Sam Sherraden of the New America Foundation, who is one of the great young talents in trade analysis, and I have looked carefully at the eleven in-effect multilateral and bilateral Free Trade Agreements enacted since 1985, when the U.S. entered into its first ever, with Israel.  These Agreements, which involve seventeen countries, range from quite small (Bahrain in 2004) to extremely material (NAFTA in 1994 and CAFTA in 2004).  While promises associated with FTAs are sometimes difficult to assess, looking back at all of our previous bilateral and multilateral trade agreements, these are the facts and, in one case, our observation:

• None of the eleven Agreements has come close to meeting the fundamental promises made to the American people about the increase in U.S. net exports and the creation of American jobs which it would produce.  This said, for the smaller FTAs it seems not inappropriate, however, to consider non-economic factors provided U.S. values are not compromised (as would be the case with the proposed Colombia FTA).

• The two multilateral FTAs – NAFTA and CAFTA – are each a particular mess against the promises made to gain approval.  As I’ve written repeatedly, ‘one size never fits all’ in trade agreements, especially when the differences in relative development are extreme (NAFTA) or when the export mix among the countries is extreme (CAFTA).  The failures of NAFTA and CAFTA to perform even remotely as promised argue strongly against advancing the Doha Round as currently structured.

–  From the year before NAFTA was signed (1993) to five years later, the U.S. trade deficit with Canada actually widened from $13.4 billion to $23.9 billion.  During the same time period, America’s trade balance with Mexico went from a surplus of $900 million to a deficit of $17.1 billion.  By 2010, the U.S trade deficit with Canada and Mexico was $32.2 billion and $68.6 billion, respectively.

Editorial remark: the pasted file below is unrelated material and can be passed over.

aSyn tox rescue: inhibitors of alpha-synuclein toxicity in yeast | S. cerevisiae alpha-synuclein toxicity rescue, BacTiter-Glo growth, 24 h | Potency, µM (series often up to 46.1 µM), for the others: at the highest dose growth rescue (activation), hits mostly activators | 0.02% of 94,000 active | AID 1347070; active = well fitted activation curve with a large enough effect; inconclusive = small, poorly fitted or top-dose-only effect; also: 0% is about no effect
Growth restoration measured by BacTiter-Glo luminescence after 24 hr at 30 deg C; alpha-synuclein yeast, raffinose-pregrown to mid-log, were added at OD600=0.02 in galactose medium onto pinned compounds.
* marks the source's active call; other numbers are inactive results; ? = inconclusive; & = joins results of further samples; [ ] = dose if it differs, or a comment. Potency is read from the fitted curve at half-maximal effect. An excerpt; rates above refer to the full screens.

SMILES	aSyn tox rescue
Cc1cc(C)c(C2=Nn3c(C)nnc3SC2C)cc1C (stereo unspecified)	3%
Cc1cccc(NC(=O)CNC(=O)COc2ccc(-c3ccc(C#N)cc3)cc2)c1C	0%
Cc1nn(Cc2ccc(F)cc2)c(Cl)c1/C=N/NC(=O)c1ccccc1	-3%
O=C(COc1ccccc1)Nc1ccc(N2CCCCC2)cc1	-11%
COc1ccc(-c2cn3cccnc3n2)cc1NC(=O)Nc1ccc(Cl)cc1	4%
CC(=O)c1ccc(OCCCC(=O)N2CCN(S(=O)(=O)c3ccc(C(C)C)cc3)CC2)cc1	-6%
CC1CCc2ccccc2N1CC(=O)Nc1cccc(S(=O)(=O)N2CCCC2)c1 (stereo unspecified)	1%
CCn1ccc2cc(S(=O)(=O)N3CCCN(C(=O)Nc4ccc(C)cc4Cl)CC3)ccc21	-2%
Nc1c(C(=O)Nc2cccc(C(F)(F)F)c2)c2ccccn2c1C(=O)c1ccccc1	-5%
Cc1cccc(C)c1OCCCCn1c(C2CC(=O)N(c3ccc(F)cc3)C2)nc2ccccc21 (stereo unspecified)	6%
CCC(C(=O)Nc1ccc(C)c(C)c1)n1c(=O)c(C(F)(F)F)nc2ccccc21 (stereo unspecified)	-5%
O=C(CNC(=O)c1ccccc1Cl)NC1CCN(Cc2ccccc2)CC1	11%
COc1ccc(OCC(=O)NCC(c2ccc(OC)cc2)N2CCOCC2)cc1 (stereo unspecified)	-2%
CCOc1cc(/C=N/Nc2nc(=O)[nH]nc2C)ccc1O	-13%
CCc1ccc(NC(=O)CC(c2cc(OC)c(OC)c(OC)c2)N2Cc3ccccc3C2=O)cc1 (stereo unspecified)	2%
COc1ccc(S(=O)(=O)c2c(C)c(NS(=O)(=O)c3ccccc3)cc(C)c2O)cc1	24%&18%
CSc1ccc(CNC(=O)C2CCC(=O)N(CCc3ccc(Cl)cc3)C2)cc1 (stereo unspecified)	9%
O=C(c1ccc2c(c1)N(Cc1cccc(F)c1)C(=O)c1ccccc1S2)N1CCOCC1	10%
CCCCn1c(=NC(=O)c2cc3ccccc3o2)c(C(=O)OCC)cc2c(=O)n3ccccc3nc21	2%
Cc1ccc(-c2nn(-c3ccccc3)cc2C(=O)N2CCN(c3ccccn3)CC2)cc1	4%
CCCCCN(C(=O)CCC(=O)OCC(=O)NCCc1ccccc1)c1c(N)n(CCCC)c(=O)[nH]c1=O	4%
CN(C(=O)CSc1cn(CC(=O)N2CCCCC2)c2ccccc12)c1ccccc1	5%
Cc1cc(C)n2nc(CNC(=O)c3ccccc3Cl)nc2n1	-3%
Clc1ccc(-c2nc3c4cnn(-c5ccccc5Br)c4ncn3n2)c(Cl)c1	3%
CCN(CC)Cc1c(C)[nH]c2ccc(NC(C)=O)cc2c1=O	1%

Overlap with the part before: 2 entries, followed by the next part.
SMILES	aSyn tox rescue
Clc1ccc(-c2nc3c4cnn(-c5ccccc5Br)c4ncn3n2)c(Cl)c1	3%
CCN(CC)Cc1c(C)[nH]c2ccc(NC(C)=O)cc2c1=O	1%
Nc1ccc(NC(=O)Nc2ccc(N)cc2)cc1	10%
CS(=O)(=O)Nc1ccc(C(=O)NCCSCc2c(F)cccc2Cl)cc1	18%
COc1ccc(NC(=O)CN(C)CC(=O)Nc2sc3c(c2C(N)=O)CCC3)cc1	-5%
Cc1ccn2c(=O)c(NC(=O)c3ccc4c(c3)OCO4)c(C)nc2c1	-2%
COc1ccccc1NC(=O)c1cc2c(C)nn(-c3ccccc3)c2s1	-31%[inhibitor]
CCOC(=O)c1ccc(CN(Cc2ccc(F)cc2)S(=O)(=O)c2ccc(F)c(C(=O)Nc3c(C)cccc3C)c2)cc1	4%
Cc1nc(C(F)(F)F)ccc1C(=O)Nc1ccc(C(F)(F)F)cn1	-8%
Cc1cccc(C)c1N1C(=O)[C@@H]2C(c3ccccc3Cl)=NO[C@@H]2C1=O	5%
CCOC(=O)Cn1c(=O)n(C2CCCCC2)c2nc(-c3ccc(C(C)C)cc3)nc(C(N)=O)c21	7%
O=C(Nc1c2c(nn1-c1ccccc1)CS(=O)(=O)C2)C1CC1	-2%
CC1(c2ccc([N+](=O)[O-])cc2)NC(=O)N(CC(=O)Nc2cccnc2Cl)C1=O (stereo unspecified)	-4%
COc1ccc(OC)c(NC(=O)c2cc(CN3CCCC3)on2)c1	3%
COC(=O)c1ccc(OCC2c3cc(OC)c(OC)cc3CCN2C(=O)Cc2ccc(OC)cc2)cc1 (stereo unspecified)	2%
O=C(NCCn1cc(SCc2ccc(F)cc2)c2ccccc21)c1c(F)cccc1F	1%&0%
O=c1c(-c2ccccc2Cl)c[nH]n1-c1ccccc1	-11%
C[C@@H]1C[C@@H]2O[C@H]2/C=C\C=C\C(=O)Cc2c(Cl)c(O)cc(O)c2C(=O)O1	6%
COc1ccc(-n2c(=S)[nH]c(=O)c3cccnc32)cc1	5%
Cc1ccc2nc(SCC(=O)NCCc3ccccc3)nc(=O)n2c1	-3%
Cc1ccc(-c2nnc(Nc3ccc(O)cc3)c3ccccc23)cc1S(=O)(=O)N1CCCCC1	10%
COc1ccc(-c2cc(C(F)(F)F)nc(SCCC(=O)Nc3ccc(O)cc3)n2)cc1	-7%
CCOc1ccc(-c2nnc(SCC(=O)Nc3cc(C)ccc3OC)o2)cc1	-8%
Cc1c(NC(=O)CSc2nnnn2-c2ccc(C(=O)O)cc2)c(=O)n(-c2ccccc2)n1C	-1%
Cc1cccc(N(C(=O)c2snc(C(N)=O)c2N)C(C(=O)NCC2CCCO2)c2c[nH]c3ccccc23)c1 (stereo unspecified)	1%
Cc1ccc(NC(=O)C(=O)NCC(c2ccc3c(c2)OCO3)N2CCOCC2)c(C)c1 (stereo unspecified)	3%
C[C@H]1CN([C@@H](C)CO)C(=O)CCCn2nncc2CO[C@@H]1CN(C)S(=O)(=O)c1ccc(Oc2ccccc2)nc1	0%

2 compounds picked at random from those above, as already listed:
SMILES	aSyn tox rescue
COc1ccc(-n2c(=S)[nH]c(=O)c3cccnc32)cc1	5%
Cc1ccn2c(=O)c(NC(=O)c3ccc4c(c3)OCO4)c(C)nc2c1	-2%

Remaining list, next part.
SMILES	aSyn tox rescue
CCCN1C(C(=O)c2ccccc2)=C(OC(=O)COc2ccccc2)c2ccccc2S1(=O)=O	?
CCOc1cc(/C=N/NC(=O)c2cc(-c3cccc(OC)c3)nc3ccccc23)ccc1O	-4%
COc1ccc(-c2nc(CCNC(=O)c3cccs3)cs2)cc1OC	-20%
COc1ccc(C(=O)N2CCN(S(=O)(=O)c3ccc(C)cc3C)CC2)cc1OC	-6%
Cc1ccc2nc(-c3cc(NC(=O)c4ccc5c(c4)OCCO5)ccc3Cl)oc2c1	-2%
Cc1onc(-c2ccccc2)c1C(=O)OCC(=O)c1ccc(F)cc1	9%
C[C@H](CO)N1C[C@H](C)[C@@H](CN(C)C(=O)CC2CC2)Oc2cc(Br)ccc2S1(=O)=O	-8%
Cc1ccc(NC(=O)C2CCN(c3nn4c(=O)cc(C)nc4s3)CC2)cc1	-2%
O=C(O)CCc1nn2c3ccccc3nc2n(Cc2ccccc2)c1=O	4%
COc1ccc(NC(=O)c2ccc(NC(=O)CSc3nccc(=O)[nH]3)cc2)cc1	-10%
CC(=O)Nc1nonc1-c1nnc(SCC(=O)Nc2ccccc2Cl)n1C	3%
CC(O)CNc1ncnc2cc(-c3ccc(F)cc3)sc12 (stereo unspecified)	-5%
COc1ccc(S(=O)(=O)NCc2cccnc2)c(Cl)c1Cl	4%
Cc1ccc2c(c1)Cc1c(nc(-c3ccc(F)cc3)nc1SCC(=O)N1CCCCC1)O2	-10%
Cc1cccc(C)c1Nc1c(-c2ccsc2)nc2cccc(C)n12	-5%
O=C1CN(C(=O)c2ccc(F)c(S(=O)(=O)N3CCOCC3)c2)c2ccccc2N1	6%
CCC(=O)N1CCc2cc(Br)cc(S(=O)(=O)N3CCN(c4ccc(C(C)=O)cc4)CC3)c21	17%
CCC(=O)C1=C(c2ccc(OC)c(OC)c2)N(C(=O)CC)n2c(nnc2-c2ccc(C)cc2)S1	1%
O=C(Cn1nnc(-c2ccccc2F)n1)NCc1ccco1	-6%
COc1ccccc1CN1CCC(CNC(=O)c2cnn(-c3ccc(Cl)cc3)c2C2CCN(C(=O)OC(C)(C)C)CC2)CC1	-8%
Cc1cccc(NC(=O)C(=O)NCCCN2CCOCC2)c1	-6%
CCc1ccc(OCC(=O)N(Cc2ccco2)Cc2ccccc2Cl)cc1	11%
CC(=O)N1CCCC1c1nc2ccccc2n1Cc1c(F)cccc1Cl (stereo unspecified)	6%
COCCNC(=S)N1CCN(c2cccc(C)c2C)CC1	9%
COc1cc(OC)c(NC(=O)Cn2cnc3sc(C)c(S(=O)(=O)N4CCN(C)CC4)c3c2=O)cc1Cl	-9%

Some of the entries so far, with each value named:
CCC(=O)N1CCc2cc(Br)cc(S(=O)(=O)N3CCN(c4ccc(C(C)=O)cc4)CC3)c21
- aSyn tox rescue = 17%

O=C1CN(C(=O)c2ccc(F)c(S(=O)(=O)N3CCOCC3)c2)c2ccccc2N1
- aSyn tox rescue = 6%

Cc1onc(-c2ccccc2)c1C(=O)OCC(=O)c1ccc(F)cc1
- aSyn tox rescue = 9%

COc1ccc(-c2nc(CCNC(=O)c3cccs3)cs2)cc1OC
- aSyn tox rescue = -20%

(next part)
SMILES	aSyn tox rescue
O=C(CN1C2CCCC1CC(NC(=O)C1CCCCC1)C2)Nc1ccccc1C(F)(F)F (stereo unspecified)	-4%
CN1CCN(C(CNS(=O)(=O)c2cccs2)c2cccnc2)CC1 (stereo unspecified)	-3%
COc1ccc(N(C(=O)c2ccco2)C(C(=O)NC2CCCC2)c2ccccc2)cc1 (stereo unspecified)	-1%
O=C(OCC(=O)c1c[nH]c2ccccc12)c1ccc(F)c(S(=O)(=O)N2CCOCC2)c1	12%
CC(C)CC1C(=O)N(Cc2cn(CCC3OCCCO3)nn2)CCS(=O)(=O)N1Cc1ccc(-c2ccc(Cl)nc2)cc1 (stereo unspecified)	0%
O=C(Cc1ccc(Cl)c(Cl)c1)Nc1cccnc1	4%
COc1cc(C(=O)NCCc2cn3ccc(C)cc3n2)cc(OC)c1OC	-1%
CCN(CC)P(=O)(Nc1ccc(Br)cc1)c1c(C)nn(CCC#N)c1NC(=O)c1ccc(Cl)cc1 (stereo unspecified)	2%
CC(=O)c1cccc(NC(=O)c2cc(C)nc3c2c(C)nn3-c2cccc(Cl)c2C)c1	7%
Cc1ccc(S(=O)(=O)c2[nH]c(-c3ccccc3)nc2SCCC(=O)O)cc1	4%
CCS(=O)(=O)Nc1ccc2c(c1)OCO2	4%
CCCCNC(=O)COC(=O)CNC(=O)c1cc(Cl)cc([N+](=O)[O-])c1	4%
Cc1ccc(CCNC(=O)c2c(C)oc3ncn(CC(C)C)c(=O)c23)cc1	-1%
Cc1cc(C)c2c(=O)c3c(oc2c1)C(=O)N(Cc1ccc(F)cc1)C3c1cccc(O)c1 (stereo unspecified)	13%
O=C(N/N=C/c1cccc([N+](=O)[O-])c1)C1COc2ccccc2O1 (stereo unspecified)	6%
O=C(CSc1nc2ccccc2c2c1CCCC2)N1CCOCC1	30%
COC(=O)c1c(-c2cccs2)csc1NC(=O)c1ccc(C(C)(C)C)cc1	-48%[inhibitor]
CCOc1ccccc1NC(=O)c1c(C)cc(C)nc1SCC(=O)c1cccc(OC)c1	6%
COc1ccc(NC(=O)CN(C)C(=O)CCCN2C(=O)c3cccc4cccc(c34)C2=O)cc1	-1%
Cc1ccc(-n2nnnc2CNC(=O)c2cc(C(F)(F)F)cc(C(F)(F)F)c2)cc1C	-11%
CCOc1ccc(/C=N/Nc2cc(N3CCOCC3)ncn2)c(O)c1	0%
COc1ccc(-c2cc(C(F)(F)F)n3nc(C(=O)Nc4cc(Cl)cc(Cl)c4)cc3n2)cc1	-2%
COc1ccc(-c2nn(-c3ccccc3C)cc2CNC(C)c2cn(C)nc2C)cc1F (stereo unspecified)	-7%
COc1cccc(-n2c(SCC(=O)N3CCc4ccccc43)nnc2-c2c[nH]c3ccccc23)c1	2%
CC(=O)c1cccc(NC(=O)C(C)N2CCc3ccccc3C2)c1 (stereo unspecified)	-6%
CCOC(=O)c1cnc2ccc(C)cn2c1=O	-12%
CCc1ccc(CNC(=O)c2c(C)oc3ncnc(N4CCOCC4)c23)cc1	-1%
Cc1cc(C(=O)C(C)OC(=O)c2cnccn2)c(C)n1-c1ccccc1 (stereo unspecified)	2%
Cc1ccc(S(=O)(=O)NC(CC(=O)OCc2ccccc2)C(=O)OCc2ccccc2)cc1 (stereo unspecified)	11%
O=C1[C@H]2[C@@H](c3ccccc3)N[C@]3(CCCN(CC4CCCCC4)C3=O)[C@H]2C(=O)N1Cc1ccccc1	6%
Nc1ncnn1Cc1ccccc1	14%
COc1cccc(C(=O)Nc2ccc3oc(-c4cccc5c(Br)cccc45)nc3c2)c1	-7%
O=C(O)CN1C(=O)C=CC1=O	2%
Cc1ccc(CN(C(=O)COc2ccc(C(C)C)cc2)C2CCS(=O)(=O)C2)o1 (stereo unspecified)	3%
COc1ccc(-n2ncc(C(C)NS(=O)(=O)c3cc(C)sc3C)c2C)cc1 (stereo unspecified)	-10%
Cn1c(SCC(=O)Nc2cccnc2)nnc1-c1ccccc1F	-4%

– From 2003, the year before CAFTA was signed, to five years later, U.S. net exports to the five CAFTA member countries (Costa Rica, El Salvador, Guatemala, Honduras, and Nicaragua) went from a $2.24 billion deficit to a $2.79 billion dollar deficit, a deterioration in the trade balance of $556 million.

• Imports from only 2 of the 9 FTA bilateral partners (Chile and Israel) grew faster than imports from the rest of the world.

• Out of the 9 bilateral FTAs, exports to 5 of them – albeit all smallish except for Chile – grew faster than U.S. exports to the rest of the world grew.

• Smallish FTAs are negligible in terms of America’s overall trade balance and have little potential to be a driver of exports and job creation.  Even with Australia, which is a very large bilateral U.S. trade partner, the U.S. trade balance only improved by $6.6 billion from 2004-2009 (which does not take into account economic growth during this period).